11 March 2019, 6.00 – 7.30pm, War Studies Meeting Room (K6.07)
In the 1940s, the idea of a UN permanent military was at the core of contentious negotiations which had a major impact on the relations between the United States, Great Britain and the Soviet Union. In the 1990s, it became one of the principal problems in the re-configurations of the relations between the only remaining superpower and the most important international organization during the “unipolar” moment.
This event will focus on the idea of the creation of a UN permanent military. It will explain the origins of the idea at the end of the Second World War and its revival at the end of the Cold War. Moreover, it will discuss how this was not just a utopian or idealistic scheme, but a problem which shaped relations between the main actors of the international system.
Flavia Gasbarri holds a PhD in War Studies from King’s College London, where she is currently Teaching Fellow, co-Chair of the Africa Research Group and member of the Centre for Grand Strategy. Her doctoral project was entitled “The United States and the end of the Cold War in Africa, 1988-1994” and for her thesis’ fieldwork, she spent one semester (April-September 2012) in the United States as Junior Visiting Scholar at the Woodrow Wilson Center in Washington DC. She has also extensively researched on US policy in the Rwandan genocide and in the Great Lakes region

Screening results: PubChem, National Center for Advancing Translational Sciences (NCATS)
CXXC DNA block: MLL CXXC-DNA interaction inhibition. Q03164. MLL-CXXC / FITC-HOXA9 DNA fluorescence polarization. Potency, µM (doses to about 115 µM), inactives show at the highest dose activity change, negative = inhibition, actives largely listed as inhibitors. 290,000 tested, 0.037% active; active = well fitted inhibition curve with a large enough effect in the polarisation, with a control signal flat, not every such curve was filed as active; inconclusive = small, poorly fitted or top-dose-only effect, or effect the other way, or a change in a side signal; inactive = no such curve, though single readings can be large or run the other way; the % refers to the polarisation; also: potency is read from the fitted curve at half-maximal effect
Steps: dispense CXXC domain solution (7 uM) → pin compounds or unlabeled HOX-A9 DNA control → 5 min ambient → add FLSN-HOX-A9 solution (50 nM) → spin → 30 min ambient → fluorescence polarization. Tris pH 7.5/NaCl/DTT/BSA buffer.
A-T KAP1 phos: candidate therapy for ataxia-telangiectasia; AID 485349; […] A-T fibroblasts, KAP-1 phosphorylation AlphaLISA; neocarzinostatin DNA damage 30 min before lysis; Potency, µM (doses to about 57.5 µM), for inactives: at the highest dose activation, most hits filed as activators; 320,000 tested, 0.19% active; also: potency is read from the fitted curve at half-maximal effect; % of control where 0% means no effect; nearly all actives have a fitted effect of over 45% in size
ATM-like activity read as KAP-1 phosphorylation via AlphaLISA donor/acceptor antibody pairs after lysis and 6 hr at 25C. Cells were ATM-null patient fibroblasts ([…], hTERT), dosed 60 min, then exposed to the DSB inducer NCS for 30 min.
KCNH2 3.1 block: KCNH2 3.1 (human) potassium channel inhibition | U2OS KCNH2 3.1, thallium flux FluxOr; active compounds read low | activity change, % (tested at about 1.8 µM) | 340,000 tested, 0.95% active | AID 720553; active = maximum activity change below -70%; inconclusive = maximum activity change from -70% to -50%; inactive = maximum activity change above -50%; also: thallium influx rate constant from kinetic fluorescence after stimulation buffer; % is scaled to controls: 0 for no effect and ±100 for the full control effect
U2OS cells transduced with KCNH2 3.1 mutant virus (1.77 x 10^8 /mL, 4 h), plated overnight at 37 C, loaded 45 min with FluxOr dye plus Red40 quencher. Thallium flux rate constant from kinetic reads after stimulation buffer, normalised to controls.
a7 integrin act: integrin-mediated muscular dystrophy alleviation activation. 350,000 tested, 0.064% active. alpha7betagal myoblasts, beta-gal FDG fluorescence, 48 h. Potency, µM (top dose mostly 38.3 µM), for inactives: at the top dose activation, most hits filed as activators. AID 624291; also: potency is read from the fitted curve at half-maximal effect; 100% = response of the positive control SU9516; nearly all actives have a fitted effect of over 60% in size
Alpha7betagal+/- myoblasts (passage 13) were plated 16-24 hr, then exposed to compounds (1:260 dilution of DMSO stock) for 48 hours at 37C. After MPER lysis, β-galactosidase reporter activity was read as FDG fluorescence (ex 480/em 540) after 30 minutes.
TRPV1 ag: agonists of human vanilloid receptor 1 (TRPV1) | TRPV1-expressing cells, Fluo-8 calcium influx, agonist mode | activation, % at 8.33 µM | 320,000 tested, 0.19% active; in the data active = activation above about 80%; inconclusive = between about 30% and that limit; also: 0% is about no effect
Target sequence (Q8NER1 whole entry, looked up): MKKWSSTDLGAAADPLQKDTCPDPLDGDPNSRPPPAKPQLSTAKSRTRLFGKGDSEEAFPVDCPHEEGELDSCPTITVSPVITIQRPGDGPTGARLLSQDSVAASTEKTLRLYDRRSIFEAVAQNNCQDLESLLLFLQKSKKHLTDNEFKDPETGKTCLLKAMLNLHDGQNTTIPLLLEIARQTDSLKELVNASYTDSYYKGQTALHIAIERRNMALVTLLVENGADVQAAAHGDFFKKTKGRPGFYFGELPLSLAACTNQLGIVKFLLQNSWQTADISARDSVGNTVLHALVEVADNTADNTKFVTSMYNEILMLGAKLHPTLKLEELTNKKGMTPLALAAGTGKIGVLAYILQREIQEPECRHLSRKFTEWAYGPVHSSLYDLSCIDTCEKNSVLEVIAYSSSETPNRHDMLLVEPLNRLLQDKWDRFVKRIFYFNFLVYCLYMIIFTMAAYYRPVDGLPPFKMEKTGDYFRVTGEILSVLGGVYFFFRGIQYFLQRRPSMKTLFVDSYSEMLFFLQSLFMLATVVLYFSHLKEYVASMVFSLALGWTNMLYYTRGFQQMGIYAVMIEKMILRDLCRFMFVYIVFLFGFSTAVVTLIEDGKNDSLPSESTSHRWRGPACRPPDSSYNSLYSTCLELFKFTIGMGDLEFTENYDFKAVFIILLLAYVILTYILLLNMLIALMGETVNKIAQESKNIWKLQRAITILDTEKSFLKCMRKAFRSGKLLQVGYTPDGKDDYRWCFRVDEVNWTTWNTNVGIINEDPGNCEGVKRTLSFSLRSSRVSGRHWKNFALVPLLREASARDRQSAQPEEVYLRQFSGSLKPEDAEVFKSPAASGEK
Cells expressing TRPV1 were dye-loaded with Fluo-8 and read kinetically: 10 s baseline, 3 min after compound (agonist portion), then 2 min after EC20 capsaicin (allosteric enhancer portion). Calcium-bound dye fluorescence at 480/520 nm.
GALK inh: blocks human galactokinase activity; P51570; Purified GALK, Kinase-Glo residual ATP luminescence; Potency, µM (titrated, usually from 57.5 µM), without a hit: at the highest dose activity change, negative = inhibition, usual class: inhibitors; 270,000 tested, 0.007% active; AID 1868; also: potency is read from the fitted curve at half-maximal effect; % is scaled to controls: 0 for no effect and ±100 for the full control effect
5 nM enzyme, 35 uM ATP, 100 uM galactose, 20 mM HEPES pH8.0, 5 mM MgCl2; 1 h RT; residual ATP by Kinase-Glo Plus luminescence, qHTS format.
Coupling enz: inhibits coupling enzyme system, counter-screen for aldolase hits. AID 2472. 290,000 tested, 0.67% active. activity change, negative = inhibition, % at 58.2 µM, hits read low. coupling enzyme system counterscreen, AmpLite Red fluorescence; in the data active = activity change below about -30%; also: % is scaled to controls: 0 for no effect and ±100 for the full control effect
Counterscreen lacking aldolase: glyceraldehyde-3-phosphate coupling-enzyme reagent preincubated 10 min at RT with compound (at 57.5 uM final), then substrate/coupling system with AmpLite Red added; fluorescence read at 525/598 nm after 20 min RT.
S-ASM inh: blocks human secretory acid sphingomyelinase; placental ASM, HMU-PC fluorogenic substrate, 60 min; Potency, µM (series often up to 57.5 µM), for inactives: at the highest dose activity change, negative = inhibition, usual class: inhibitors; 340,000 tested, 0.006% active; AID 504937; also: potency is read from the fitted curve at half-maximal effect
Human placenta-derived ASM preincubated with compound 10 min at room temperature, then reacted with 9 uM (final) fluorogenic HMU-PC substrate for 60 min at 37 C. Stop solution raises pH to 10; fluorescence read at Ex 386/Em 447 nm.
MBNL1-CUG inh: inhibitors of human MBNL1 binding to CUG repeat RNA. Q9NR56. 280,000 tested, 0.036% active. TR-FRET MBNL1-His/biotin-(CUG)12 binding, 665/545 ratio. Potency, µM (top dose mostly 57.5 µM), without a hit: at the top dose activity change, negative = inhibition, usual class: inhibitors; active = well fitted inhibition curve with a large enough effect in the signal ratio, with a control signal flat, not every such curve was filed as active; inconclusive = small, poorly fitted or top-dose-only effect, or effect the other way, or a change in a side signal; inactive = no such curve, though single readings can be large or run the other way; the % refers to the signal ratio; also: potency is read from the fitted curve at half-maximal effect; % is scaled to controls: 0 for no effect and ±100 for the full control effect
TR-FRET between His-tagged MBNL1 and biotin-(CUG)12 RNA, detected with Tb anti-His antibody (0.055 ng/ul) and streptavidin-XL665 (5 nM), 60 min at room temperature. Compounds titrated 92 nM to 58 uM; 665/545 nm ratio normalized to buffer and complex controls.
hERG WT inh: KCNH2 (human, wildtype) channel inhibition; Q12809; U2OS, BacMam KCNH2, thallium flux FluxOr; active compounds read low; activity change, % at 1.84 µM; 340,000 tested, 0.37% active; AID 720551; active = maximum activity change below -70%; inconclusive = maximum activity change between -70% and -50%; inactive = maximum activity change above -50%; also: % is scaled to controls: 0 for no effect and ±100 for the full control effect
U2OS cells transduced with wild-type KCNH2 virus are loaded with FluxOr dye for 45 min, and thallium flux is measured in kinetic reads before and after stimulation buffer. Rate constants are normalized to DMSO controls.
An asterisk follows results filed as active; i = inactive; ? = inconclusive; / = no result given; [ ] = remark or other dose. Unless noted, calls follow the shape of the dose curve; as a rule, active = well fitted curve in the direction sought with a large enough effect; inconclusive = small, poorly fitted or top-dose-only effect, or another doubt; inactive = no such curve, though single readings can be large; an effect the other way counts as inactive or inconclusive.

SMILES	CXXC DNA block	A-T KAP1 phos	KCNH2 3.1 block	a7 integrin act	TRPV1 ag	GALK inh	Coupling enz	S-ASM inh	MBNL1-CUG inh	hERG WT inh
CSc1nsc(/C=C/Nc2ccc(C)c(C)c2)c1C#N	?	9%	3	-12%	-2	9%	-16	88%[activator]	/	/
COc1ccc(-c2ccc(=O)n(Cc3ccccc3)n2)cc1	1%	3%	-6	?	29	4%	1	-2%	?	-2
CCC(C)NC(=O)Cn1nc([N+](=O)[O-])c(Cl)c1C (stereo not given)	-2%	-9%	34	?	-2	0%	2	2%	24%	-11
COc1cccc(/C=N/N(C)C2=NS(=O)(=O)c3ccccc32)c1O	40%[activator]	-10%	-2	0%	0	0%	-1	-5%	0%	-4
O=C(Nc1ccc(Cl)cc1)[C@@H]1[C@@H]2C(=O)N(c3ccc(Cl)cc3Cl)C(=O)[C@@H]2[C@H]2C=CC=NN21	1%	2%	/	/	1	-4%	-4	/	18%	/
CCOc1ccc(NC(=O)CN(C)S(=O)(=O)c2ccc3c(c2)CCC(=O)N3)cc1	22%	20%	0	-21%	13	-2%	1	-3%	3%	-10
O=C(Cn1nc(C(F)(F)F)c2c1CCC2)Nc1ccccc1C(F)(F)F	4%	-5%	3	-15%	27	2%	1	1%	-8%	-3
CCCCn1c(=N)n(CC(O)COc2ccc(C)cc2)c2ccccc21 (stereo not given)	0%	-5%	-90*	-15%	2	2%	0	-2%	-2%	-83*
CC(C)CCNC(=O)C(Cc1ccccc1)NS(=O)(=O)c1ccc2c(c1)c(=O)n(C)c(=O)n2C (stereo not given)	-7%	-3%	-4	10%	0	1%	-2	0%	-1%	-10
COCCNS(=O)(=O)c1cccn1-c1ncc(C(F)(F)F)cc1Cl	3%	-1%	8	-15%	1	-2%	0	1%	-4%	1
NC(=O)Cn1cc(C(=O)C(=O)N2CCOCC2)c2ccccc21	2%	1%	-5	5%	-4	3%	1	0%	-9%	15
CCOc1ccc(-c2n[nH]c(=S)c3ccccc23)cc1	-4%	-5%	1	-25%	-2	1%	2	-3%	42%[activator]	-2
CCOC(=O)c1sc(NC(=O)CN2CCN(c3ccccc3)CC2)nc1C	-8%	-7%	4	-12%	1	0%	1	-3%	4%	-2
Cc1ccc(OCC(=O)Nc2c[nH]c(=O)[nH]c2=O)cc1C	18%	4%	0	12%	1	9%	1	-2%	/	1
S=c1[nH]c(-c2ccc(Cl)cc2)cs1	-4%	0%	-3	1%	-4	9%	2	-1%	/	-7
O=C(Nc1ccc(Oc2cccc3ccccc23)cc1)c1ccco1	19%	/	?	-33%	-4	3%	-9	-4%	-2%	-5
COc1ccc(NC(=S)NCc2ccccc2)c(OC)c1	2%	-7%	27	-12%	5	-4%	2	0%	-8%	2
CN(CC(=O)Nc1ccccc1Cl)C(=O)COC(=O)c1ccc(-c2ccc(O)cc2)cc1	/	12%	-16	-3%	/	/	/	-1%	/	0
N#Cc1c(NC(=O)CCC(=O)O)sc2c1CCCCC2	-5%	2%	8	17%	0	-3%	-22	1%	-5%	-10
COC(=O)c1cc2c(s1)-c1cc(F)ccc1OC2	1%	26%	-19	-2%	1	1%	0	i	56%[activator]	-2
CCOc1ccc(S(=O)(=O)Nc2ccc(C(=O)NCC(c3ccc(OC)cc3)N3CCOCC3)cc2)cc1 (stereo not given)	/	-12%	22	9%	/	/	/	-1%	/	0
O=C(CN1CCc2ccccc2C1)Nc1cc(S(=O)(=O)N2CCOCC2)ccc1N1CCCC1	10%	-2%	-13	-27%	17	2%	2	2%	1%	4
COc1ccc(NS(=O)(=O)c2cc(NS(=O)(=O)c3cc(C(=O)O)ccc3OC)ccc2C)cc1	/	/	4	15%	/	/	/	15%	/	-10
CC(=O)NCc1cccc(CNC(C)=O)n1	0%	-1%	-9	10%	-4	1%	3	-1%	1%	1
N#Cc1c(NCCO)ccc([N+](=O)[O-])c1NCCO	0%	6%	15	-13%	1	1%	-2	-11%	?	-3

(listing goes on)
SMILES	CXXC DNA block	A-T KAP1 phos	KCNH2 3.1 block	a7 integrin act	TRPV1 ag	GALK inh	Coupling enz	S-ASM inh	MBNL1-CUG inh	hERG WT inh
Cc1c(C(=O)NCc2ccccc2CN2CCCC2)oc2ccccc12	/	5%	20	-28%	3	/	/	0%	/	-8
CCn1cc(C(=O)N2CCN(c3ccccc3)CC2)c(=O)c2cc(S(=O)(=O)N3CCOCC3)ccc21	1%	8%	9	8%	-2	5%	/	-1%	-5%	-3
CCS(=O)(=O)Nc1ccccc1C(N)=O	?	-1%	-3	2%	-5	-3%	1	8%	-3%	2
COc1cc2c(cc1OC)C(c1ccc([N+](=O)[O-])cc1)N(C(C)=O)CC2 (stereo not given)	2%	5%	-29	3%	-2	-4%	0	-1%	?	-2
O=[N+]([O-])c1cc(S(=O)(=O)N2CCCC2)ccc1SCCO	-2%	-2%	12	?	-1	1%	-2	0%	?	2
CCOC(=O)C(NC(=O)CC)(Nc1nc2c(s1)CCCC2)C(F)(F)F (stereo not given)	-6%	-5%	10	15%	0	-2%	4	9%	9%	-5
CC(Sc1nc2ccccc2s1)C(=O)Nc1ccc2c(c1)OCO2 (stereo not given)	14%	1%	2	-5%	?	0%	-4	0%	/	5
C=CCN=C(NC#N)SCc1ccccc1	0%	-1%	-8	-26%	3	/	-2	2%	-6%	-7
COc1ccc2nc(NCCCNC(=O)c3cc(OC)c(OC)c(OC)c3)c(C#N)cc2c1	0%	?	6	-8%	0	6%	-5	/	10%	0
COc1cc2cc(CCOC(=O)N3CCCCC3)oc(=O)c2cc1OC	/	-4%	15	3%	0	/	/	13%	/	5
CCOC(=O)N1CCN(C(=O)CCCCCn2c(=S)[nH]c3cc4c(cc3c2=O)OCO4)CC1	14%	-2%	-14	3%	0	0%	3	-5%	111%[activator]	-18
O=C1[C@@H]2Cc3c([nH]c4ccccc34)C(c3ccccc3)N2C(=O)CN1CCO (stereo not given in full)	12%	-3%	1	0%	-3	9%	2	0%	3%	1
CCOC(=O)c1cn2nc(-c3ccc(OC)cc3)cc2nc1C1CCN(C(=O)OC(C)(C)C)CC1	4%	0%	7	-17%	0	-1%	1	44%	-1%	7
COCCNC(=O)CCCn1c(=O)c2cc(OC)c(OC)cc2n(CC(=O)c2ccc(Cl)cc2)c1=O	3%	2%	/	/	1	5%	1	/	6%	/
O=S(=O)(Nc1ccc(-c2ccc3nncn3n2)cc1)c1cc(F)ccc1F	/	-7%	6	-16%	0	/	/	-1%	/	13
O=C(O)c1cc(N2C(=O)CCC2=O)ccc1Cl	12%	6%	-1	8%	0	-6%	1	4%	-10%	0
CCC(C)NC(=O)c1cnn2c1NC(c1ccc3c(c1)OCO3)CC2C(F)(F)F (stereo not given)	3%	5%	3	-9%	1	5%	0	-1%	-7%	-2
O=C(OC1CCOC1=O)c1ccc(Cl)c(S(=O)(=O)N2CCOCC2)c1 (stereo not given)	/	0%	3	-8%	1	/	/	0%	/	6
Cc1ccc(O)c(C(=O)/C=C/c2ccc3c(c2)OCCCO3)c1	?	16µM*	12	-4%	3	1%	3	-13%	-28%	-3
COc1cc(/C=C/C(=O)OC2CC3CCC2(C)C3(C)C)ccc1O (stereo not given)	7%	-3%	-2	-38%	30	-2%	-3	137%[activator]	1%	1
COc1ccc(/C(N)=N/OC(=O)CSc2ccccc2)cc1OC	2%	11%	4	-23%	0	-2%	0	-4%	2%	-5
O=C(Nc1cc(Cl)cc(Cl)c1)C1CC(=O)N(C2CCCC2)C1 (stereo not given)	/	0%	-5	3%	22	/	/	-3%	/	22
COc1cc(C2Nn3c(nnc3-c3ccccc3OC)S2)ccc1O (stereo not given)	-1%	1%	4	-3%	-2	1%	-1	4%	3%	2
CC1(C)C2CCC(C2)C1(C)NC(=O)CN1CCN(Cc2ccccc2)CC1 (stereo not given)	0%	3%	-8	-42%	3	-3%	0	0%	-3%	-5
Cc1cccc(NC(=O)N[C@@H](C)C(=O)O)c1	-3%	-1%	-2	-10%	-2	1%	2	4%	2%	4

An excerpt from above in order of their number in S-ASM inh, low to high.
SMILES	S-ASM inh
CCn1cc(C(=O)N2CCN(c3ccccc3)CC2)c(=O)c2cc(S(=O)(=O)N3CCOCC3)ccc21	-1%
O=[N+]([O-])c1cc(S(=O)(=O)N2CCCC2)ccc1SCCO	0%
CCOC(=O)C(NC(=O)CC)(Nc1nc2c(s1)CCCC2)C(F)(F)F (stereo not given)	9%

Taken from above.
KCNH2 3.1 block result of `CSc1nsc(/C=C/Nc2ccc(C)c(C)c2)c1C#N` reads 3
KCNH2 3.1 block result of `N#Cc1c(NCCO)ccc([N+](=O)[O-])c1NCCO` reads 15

Ian Johnson received his B.A. from Claremont McKenna College in 2009. He then worked as a cartographer and consultant before beginning his doctoral work at the Ohio State University. He received his MA degree in history there in 2012. A recipient of the Fulbright-Hays Doctoral Dissertation Research Fellowship and the HF Guggenheim Foundation Dissertation Fellowship, he was also a Smith-Richardson Predoctoral fellow in International Security Studies at Yale during the 2015-2016 academic year. He completed his Ph.D. in 2016, with a dissertation that explored secret military cooperation between the Soviet Union and Germany prior to World War Two. He is the editor of a forthcoming book, The White Nights: Pages from a Russian Doctor’s Notebook (Bowen Press Books, Fall 2017), and author of the soon-to-be released The Faustian Bargain: Secret Soviet-German Military Cooperation in the Interwar Period (Oxford University Press, Fall 2018).